Microsoft tools build bridge between OpenXML, other formats
- — 04 December, 2008 08:21
Microsoft on Wednesday unveiled a free plug-in for Firefox to translate Open XML documents, an update to its document translator and a toolkit for Java developers that was built under the umbrella of its Document Interoperability Initiative.
The group released the OpenXML Document Viewer as an open source project on its Codeplex Web site. The viewer translates documents in the Open XML format, which became an ISO standard in April after much contentious debate, to HTML so they can be viewed on a browser. The viewer, which is still in the preview stage, eliminates the need for a user to install Microsoft Office or any other productivity tool set.
The first implementation developed by MindTree and Microsoft works with Firefox 3.0 running on Windows or Linux and translates font types, images, text styles, diagrams, tables and hyperlinks. In early to mid-2009, the project will add support for Opera and add server-side features.
The software was released during a Document Interoperability Initiative (DII) meeting this week in Belgium.
Microsoft created DII in March with the help of Novell, Mark Logic, Quickoffice, DataViz and Nuance Communications. The goal was to foster interoperability between document formats, most notably Open XML and the Open Document Format (ODF).
"Basically this is Microsoft sincerely going out and following up with what they did with OpenXML," said Peter O'Kelly, principal analyst with O'Kelly Consulting.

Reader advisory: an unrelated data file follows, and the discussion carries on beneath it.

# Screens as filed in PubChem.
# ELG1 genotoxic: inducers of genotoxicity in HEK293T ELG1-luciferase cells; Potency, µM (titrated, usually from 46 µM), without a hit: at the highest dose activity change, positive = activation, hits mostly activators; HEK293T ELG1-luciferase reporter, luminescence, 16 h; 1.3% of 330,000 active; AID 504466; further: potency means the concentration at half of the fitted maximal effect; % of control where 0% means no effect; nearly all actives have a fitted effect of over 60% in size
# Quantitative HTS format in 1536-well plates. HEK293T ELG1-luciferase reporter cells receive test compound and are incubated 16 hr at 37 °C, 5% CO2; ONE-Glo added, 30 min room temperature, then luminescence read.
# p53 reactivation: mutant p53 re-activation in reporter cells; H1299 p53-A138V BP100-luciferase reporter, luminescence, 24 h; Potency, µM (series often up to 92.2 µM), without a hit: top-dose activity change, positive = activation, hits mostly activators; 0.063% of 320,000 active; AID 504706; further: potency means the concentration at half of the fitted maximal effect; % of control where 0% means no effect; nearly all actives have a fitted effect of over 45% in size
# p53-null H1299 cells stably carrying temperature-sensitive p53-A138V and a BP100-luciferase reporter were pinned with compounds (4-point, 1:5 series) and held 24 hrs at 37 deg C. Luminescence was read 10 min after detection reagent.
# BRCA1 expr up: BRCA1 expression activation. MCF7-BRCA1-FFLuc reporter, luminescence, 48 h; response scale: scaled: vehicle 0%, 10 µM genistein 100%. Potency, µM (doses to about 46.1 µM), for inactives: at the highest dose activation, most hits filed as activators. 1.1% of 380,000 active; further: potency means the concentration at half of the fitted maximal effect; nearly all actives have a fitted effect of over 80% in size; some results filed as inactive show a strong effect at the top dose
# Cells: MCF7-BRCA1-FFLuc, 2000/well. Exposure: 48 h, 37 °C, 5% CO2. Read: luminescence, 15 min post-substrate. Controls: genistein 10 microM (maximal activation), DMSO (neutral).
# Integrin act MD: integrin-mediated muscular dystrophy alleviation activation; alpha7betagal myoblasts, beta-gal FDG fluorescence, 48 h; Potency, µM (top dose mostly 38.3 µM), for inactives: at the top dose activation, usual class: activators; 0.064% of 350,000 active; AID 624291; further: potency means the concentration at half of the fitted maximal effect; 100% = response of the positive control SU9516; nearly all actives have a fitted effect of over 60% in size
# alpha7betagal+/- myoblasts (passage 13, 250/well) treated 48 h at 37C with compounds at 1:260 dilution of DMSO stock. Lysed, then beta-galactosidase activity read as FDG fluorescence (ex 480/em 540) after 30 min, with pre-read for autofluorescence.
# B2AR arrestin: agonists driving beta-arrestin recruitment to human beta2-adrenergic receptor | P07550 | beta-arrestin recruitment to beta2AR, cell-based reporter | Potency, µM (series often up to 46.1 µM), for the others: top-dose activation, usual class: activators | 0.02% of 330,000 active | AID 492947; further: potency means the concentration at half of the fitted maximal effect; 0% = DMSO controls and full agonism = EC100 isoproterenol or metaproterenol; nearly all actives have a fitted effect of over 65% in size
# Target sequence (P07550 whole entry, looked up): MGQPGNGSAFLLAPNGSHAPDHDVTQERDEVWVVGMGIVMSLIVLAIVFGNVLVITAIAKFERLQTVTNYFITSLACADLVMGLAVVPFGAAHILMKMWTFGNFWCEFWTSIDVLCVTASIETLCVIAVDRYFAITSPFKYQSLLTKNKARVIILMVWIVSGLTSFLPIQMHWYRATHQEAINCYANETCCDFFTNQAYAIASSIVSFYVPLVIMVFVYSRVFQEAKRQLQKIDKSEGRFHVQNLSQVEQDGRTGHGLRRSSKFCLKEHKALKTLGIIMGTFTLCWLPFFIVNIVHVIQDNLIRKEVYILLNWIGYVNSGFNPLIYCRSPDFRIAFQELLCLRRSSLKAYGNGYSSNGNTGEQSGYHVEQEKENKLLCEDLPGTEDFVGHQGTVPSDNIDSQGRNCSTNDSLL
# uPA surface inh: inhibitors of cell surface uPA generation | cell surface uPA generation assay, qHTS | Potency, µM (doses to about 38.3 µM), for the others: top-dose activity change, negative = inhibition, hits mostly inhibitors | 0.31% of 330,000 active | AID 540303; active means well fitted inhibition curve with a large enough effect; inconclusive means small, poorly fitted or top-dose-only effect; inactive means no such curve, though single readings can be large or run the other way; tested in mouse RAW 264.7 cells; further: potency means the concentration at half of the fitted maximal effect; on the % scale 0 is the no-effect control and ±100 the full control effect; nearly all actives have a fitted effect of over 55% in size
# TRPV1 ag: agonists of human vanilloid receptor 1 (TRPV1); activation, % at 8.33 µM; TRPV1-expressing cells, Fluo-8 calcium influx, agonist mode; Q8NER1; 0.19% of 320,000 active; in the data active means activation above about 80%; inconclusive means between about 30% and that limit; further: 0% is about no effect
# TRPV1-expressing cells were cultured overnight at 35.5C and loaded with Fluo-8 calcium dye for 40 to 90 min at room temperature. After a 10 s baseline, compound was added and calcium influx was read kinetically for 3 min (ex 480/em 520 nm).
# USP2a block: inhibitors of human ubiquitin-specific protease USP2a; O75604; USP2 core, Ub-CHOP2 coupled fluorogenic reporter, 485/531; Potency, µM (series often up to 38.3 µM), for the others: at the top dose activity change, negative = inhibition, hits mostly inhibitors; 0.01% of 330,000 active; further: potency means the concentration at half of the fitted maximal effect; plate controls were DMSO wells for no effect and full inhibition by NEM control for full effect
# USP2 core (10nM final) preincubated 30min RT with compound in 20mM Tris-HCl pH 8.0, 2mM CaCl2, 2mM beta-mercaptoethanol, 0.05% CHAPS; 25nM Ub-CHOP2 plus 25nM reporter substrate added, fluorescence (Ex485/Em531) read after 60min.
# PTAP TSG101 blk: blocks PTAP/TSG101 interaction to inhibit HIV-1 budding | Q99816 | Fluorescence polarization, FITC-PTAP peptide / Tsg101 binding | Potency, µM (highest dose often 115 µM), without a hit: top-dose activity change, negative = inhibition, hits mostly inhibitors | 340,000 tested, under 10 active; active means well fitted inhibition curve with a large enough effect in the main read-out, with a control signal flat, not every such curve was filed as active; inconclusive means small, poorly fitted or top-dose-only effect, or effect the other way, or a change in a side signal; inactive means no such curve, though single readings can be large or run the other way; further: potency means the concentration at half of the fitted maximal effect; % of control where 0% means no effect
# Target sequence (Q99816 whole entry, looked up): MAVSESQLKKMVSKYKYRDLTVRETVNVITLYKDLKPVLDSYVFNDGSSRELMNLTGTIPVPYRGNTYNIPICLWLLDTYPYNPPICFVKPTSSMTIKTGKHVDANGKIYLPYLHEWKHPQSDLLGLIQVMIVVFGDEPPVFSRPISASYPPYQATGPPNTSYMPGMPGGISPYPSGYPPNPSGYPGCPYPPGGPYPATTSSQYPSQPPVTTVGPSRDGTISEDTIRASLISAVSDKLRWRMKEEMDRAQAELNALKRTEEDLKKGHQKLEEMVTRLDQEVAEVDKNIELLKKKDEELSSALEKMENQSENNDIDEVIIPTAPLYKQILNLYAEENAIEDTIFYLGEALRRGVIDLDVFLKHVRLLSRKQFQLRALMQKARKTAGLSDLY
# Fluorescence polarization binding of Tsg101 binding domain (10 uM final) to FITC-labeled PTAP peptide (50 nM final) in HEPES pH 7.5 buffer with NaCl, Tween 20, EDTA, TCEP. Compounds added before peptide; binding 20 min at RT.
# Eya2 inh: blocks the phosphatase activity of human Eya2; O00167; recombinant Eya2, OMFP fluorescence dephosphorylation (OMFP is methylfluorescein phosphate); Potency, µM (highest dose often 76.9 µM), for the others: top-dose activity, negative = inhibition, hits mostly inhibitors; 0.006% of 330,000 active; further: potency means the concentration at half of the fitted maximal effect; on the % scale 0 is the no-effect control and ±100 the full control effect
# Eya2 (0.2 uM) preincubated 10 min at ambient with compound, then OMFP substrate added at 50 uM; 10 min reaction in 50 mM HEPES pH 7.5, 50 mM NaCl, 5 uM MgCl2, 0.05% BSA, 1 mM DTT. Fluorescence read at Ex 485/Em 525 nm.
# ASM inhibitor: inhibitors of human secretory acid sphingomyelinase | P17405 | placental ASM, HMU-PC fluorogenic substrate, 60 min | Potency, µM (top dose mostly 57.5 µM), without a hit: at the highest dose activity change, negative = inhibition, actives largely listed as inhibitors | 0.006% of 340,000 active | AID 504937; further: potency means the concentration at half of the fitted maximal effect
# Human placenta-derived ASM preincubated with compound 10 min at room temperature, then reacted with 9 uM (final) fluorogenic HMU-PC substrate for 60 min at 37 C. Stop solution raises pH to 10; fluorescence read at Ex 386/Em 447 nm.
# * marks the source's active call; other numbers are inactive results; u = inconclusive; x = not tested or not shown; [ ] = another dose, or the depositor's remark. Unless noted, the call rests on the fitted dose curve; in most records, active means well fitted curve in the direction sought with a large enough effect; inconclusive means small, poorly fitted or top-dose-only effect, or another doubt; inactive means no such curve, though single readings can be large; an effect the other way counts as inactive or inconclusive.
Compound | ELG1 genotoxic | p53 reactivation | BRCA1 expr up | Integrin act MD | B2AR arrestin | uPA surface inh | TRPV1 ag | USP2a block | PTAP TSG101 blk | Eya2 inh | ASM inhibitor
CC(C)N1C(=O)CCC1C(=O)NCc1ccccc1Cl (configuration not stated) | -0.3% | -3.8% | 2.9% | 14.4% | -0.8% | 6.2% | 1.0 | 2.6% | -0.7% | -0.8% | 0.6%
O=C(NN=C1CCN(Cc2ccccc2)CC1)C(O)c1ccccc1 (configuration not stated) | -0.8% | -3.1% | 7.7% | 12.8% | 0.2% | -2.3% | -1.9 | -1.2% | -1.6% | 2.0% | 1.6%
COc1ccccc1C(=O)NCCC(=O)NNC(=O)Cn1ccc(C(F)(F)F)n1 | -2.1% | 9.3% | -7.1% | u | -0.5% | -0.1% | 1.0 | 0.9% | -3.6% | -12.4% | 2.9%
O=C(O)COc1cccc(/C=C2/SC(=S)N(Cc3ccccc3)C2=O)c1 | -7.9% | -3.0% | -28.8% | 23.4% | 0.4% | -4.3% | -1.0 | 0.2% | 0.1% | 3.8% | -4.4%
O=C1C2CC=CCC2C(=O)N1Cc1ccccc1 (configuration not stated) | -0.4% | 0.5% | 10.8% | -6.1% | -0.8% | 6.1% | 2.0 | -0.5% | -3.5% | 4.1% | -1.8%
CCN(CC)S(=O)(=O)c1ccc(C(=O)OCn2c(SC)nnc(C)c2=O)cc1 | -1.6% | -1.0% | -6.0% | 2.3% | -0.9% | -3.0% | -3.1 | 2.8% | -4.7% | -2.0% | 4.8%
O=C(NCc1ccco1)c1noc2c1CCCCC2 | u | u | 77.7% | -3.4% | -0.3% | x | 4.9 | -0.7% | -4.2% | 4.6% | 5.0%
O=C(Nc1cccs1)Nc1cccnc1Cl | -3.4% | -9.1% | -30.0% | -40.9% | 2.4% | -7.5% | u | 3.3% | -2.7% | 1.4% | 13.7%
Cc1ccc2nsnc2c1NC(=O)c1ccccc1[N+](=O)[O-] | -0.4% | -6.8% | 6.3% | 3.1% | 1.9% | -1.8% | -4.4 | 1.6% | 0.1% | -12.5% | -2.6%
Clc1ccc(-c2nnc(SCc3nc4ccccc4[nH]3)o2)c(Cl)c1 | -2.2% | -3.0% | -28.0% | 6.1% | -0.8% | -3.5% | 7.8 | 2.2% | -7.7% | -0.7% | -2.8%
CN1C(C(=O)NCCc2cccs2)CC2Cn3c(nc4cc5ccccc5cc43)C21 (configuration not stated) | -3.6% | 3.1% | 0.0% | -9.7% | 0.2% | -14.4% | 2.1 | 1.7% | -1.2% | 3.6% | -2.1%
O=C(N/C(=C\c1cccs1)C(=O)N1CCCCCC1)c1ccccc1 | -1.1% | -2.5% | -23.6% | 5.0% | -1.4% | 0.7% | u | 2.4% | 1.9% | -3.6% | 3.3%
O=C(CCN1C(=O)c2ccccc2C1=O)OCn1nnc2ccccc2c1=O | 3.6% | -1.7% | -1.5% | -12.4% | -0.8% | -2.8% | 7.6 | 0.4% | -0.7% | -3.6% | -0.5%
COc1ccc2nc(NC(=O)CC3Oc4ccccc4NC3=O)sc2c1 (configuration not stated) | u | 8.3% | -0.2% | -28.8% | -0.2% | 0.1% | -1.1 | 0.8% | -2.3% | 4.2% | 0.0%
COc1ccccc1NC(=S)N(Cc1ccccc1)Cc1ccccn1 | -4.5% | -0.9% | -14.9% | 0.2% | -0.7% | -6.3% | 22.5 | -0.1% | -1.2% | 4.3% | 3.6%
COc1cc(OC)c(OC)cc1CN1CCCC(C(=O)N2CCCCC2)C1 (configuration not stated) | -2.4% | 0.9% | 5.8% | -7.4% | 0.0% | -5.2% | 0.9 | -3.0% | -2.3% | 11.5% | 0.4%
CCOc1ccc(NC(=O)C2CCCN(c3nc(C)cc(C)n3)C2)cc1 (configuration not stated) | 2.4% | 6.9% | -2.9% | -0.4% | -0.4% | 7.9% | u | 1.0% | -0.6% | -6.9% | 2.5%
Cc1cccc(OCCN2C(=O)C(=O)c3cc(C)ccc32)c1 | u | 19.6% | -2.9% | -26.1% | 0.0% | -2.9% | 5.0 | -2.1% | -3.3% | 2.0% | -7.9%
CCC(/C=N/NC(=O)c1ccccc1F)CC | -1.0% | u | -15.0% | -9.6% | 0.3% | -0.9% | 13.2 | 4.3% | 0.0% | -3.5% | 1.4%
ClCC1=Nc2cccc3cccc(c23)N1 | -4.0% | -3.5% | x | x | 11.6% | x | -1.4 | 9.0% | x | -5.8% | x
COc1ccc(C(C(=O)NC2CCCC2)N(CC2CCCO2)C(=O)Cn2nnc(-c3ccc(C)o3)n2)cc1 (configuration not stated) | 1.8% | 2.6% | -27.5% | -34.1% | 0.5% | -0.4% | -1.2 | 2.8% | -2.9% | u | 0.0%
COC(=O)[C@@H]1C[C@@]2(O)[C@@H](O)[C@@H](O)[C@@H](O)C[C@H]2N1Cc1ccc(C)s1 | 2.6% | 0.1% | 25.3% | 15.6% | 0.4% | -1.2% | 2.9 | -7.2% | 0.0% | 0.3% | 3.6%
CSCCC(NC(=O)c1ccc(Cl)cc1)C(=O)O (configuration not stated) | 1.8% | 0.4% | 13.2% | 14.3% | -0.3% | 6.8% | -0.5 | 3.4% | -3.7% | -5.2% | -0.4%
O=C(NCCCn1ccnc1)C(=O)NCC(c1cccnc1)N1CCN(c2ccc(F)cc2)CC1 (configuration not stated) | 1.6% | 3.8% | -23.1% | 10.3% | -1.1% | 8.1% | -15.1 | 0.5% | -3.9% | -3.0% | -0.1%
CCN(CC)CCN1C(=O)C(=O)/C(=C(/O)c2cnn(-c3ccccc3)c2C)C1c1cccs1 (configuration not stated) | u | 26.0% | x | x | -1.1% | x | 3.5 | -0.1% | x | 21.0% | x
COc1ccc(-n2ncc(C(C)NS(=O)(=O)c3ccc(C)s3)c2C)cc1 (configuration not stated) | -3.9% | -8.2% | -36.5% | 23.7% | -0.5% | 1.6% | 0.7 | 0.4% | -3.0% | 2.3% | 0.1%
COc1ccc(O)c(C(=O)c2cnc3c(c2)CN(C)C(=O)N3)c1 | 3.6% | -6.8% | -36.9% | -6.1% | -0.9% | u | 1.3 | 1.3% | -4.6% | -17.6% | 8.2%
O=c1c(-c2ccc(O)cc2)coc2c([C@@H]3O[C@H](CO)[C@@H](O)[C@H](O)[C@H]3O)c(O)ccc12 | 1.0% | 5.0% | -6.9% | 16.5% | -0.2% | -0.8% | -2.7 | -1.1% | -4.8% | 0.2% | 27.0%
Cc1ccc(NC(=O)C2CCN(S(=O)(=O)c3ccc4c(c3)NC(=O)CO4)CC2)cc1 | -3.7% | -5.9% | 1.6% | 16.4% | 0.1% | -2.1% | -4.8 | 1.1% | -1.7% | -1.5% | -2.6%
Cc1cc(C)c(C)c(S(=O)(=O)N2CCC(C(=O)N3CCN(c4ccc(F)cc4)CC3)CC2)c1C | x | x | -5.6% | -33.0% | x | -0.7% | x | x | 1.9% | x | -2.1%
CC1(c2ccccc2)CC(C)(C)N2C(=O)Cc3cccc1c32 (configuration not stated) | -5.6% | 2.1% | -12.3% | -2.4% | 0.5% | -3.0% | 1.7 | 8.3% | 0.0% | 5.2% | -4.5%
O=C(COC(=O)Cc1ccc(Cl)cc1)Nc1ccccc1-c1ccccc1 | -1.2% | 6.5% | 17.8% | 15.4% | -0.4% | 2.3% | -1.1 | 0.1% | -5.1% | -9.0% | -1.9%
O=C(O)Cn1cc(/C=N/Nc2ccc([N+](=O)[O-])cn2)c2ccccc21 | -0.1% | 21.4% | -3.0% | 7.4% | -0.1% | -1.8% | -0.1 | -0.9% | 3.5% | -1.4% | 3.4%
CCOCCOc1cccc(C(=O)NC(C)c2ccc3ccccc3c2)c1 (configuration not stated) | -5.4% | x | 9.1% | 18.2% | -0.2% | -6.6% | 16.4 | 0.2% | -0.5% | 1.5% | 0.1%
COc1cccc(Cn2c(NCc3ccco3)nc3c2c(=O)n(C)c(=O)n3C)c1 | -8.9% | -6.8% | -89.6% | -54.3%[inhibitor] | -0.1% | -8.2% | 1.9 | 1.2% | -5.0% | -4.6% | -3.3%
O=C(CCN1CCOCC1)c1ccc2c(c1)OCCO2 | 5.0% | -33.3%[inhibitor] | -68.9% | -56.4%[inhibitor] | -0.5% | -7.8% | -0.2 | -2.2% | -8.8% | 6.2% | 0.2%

As part of that follow-up, Microsoft plans to support ODF in Office 2007 SP2, which is slated to ship next year.
On top of the Firefox plug-in, DII released Version 2.5 of the Open XML/ODF Translator, which supports Office 2003, 2007 and XP. The new version includes a set of ODF 1.1 compatible templates and chart enhancements for spreadsheet programs.
The templates provide preformatted documents, such as a business letter or fax sheet, that are based on either ODF or Open XML and allow predetermined conversions between formats.
DII also introduced an software developer kit for Java developers that aids in working with Open XML documents. The project aligns with the Apache POI project, which provides Java libraries for reading and writing in Microsoft Office formats.
All the DII software was released as open source projects.
"We have been seeing that a lot of people now understand that what is most important is the end user," said Jean Paoli, general manager of interoperability strategy for Microsoft. "Since for maybe a year now, we are seeing far less passion about the format issue and more rationality."